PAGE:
Patton appraised the property himself. His appraisal, completed on July 8, 1982, estimated the worth of the remaining unreleased property at $736,000. Because George refused to either make the full March 1982 payment or provide additional collateral, Federal instituted foreclosure proceedings against the property.
On August 23, 1982, the Dale County property was offered for sale in one tract of 157.5 acres. Federal was the high bidder, purchasing the property for $132,000. The same day, Federal offered the Houston County property for sale. Again, Federal was the high bidder, offering $604,973.01. George was present during both sales, but he did not bid on the property; neither did he object to either sale.
The total amount offered for the property by Federal left a deficiency of some $104,000 owing on the mortgage. Federal sued defendants in the Houston County Circuit Court to recover this deficiency. Defendants answered and filed a counterclaim charging Federal with fraud and negligence.
On July 20, 1984, the trial court granted summary judgment against defendants on all counts of their counterclaim. On October 31, 1984, Federal filed a motion for summary judgment, which the trial court granted on June 28, 1985. Defendants appeal from this final judgment and allege that the trial court erred by dismissing their counterclaim and by granting Federal's motion for summary judgment. We disagree.
Before we discuss defendants' contentions, we note that although the trial court characterized its ruling on defendants' counterclaim as dismissal, the court considered matters outside the pleadings; therefore, we will consider the ruling on the counterclaim to be a summary judgment. Rules 12(c) and 56, Ala.R.Civ.P.; Moore v. Watson, 429 So. 2d 1036 (Ala. 1983). Therefore, we will apply the principles applicable to summary judgment proceedings. Under Rule 56, Ala.R.Civ.P., before granting summary judgment, the trial court must determine that there is no genuine issue of a material fact, and that the moving party is entitled to judgment as a matter of law. Silk v. Merrill Lynch, Pierce, Fenner & Smith, Inc., 437 So. 2d 112 (Ala.1983). The burden is upon the moving party to prove that there is not *435 even a scintilla of evidence supporting the position of the nonmovant. Id. This standard governs our review of this case.I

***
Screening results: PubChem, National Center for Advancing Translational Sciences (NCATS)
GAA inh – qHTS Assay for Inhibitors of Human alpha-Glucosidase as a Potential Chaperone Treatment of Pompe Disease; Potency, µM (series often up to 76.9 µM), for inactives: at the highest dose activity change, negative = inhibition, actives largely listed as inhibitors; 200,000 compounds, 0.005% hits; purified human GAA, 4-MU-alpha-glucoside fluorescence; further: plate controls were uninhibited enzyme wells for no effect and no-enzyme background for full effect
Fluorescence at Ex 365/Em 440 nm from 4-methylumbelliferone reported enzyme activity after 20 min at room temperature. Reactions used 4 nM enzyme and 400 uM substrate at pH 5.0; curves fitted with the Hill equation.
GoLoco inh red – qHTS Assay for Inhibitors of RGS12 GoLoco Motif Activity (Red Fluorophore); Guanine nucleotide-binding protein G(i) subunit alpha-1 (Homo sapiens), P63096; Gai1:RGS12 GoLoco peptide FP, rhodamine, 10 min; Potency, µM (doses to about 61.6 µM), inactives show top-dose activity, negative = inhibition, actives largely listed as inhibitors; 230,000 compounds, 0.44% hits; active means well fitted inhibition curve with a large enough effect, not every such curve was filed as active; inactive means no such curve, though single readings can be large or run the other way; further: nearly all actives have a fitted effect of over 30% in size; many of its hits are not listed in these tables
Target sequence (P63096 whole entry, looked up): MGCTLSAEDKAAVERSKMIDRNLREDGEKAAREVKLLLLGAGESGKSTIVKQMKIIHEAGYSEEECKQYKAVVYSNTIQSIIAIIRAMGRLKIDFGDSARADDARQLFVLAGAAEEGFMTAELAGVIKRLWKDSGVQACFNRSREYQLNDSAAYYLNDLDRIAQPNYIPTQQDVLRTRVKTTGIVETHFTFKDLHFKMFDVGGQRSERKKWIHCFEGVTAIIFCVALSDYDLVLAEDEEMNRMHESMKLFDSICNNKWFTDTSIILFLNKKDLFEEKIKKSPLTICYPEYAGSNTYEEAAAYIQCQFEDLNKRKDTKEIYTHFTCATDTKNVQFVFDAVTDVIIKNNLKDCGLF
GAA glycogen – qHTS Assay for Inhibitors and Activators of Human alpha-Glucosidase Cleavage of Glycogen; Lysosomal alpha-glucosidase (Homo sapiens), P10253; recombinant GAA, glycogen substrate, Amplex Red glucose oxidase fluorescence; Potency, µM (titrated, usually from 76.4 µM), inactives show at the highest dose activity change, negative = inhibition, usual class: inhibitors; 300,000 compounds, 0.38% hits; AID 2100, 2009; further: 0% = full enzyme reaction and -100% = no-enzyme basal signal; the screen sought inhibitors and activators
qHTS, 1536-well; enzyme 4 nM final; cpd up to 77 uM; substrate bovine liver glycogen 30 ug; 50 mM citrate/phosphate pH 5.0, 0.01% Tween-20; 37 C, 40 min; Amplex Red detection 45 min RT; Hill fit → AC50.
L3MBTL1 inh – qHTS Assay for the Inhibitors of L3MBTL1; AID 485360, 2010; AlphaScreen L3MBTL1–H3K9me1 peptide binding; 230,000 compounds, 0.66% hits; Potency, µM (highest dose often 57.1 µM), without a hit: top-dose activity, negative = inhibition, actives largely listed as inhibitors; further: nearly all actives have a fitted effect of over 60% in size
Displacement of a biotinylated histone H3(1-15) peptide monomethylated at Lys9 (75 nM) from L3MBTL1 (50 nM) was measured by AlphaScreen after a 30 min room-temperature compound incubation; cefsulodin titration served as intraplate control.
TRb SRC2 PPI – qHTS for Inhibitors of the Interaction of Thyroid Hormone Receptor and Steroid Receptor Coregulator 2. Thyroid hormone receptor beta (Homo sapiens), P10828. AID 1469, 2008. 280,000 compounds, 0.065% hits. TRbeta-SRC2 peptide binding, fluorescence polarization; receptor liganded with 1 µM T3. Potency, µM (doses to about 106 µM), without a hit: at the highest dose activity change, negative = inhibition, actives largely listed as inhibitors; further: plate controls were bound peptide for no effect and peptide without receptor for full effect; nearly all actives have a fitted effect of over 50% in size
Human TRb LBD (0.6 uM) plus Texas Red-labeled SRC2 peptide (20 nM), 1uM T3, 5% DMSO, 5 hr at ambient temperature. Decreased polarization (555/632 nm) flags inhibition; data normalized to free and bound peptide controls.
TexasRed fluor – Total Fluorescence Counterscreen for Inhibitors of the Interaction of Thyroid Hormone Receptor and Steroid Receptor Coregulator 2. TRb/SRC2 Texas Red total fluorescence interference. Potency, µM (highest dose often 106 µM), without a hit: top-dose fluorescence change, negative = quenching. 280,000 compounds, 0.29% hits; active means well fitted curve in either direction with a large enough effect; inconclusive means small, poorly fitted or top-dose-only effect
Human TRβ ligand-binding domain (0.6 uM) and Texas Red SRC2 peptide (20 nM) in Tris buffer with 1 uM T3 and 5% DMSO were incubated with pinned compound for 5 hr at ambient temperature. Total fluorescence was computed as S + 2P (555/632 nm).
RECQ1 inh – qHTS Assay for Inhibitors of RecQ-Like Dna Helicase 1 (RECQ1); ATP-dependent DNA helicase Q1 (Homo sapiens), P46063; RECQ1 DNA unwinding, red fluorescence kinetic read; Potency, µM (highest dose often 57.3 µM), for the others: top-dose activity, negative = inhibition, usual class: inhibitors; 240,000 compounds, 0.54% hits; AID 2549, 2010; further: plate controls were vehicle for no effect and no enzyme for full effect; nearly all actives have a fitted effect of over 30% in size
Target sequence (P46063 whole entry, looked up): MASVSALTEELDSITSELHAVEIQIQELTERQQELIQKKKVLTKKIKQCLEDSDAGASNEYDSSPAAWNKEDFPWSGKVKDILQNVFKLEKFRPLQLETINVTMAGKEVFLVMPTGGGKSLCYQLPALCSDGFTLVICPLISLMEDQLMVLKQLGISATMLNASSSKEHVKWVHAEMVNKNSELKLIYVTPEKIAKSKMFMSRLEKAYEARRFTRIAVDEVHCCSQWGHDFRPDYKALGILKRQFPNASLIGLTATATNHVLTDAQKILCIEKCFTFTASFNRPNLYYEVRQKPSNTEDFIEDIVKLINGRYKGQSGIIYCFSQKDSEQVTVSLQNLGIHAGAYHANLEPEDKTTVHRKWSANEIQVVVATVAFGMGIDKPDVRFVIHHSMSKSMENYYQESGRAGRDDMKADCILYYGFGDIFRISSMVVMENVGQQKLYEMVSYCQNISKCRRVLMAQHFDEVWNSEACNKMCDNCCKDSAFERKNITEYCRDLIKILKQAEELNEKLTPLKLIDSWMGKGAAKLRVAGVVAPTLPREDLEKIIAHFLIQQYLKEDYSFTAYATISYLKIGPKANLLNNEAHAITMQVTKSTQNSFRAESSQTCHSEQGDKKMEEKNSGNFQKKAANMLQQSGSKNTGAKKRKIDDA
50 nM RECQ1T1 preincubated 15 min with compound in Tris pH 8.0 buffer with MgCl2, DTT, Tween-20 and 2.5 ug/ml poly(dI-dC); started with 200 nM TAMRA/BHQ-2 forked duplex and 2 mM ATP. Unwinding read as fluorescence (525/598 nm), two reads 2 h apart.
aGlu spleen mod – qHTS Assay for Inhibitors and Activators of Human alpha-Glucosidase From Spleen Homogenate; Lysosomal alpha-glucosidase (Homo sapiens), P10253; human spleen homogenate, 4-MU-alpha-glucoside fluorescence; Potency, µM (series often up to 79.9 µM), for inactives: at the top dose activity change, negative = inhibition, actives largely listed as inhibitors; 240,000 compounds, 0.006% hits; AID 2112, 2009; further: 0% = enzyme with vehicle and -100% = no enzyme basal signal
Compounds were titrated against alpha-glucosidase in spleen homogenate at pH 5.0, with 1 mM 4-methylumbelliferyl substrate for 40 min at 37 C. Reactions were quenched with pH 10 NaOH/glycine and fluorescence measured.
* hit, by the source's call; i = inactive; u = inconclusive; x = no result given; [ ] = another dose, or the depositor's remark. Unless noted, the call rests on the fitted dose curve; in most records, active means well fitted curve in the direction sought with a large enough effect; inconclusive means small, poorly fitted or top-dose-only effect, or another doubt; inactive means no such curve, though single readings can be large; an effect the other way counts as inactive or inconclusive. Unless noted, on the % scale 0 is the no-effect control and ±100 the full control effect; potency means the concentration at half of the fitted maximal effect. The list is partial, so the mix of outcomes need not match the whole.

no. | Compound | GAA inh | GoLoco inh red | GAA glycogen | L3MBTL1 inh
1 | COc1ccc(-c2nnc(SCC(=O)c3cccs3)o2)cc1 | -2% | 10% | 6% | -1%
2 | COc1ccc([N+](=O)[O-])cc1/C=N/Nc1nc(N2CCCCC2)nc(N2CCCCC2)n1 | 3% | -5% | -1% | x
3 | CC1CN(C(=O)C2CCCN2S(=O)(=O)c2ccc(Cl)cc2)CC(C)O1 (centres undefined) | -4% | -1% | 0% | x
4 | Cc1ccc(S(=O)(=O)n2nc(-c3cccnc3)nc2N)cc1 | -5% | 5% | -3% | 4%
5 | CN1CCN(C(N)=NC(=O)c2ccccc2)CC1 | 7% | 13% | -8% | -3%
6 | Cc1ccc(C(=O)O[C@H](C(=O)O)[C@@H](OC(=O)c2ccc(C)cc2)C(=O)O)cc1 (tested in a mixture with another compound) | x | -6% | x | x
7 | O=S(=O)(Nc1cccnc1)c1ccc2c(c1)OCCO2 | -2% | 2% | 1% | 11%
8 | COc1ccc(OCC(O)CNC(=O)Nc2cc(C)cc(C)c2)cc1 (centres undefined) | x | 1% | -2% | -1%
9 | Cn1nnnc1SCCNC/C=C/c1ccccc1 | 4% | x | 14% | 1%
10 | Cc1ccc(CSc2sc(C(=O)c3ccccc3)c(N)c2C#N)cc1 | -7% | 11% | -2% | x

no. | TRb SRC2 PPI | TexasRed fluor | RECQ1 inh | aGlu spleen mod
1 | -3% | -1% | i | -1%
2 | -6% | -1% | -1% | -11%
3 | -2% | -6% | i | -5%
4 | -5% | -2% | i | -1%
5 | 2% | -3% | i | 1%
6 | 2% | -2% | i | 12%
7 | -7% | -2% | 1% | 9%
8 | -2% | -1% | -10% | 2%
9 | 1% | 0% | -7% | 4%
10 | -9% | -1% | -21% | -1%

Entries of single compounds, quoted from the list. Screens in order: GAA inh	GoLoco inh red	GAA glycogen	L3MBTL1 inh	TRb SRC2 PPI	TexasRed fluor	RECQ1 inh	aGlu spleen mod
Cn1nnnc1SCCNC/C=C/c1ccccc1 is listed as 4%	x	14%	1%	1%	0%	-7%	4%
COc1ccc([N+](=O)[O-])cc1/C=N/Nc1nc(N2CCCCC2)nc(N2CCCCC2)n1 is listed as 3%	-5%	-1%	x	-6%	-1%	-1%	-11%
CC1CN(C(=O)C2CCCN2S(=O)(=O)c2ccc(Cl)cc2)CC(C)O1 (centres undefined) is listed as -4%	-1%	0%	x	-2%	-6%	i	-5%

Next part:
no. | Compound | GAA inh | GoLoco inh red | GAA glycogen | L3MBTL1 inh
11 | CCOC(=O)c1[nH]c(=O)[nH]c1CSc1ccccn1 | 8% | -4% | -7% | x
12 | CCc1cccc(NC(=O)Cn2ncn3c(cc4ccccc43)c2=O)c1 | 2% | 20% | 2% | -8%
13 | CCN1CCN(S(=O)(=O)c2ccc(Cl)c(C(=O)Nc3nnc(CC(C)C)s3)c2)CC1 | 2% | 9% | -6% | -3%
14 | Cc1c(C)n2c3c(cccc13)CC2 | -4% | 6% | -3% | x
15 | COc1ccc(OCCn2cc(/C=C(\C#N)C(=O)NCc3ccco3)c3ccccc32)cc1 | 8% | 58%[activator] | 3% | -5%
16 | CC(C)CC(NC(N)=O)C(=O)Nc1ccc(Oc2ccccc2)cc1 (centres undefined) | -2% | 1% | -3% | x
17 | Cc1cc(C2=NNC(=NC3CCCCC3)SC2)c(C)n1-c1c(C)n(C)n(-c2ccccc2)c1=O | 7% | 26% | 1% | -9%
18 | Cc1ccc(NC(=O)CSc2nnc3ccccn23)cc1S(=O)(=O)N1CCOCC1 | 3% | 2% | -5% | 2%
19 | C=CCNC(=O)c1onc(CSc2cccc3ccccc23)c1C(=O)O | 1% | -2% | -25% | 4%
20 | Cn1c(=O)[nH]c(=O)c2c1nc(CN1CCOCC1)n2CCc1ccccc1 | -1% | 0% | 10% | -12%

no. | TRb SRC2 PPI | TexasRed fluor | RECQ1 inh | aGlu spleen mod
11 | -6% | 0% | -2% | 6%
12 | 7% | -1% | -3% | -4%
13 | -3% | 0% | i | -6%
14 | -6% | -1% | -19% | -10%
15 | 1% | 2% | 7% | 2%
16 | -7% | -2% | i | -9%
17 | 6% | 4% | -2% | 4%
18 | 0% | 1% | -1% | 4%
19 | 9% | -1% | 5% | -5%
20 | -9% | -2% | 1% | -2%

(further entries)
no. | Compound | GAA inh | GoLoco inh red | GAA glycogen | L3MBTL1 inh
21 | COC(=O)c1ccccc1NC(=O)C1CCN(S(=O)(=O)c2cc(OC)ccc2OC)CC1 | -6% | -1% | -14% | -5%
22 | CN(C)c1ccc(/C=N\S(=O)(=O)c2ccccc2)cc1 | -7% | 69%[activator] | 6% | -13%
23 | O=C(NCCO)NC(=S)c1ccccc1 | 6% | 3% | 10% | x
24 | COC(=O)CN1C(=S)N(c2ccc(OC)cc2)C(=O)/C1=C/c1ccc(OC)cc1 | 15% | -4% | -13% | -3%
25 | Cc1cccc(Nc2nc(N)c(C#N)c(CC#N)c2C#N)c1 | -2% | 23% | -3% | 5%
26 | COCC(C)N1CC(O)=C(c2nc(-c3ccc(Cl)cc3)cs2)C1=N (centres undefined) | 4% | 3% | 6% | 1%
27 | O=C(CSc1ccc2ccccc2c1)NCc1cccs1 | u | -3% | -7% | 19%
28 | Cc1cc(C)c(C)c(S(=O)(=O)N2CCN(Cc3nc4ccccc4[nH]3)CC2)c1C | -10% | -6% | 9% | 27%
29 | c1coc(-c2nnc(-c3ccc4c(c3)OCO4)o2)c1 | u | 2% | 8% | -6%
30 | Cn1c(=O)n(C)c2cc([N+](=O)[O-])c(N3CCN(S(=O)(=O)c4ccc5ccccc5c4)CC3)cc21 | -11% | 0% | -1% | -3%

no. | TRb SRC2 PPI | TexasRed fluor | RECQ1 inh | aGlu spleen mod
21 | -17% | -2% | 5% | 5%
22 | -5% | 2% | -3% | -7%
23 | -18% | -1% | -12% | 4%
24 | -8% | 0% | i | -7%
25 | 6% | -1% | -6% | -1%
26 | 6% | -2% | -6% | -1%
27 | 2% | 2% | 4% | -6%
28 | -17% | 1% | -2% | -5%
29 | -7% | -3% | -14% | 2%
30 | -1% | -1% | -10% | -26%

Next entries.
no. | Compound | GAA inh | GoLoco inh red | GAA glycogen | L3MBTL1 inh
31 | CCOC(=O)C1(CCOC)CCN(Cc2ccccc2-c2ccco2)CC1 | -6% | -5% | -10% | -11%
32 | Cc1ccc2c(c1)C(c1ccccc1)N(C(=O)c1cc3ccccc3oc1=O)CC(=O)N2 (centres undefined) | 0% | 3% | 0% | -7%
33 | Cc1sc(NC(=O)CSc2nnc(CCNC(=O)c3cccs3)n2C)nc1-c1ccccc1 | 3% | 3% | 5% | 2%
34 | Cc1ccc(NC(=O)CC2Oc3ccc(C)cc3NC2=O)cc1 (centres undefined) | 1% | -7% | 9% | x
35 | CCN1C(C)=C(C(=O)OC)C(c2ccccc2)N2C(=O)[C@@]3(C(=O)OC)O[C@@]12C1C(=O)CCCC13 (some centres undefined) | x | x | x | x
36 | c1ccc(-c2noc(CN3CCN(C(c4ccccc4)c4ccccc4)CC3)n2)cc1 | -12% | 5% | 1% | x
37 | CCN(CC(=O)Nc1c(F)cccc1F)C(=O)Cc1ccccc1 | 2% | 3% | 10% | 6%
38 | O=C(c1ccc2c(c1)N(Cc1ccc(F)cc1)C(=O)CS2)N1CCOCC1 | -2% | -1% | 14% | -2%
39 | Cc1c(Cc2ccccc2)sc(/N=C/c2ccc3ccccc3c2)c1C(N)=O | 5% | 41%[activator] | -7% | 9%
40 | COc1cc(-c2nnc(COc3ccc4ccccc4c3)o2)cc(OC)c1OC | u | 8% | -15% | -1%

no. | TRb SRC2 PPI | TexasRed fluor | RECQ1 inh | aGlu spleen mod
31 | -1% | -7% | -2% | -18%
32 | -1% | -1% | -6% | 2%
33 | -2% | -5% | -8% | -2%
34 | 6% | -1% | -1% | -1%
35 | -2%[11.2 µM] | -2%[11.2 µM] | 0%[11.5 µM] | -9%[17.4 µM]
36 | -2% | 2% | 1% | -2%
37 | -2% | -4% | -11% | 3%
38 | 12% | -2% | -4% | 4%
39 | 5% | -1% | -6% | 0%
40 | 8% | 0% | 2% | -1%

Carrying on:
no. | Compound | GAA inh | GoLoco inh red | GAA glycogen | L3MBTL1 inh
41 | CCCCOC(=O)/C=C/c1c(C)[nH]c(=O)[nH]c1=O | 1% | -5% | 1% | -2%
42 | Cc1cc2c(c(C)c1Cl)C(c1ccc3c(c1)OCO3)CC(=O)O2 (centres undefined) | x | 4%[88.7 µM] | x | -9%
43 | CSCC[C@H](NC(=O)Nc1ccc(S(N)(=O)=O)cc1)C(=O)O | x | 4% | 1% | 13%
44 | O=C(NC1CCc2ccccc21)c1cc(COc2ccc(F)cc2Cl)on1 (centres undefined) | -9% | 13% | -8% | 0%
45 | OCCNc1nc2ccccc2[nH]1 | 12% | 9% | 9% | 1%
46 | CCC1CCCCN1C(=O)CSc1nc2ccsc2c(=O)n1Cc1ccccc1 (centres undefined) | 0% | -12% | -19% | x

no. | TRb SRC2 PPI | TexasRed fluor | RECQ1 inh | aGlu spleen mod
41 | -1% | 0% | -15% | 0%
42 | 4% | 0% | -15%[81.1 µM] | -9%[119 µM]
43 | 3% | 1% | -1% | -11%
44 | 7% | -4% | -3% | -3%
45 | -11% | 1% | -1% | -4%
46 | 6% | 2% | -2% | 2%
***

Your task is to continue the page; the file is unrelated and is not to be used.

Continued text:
Defendants first contend that the trial court erred by dismissing counts III and VI of their counterclaim. Count III charges that Federal misrepresented that it would obtain a fair and impartial appraisal of the mortgaged property, and that in reliance upon this representation, defendants signed the contract authorizing Federal to do the appraisal.
Regardless of whether a representation is made willfully, recklessly, or mistakenly, actionable fraud is proven by showing (1) a false representation, (2) concerning a material existing fact, (3) upon which the plaintiff relied, and (4) as a proximate result was damaged. Code 1975, § 6-5-101; General Sales Co. v. Miller, 454 So. 2d 532 (Ala.1984); Burroughs Corp. v. Hall Affiliates, Inc., 423 So. 2d 1348 (Ala.1982). However, in order for a statement regarding a future event to constitute fraud, there must be circumstances present tending to show an actual intent to deceive at the time the representation is made. Ringer v. First National Bank of Stevenson, 291 Ala. 364, 281 So. 2d 261 (1973); Shepherd v. Kendrick, 236 Ala. 289, 181 So. 782 (1938).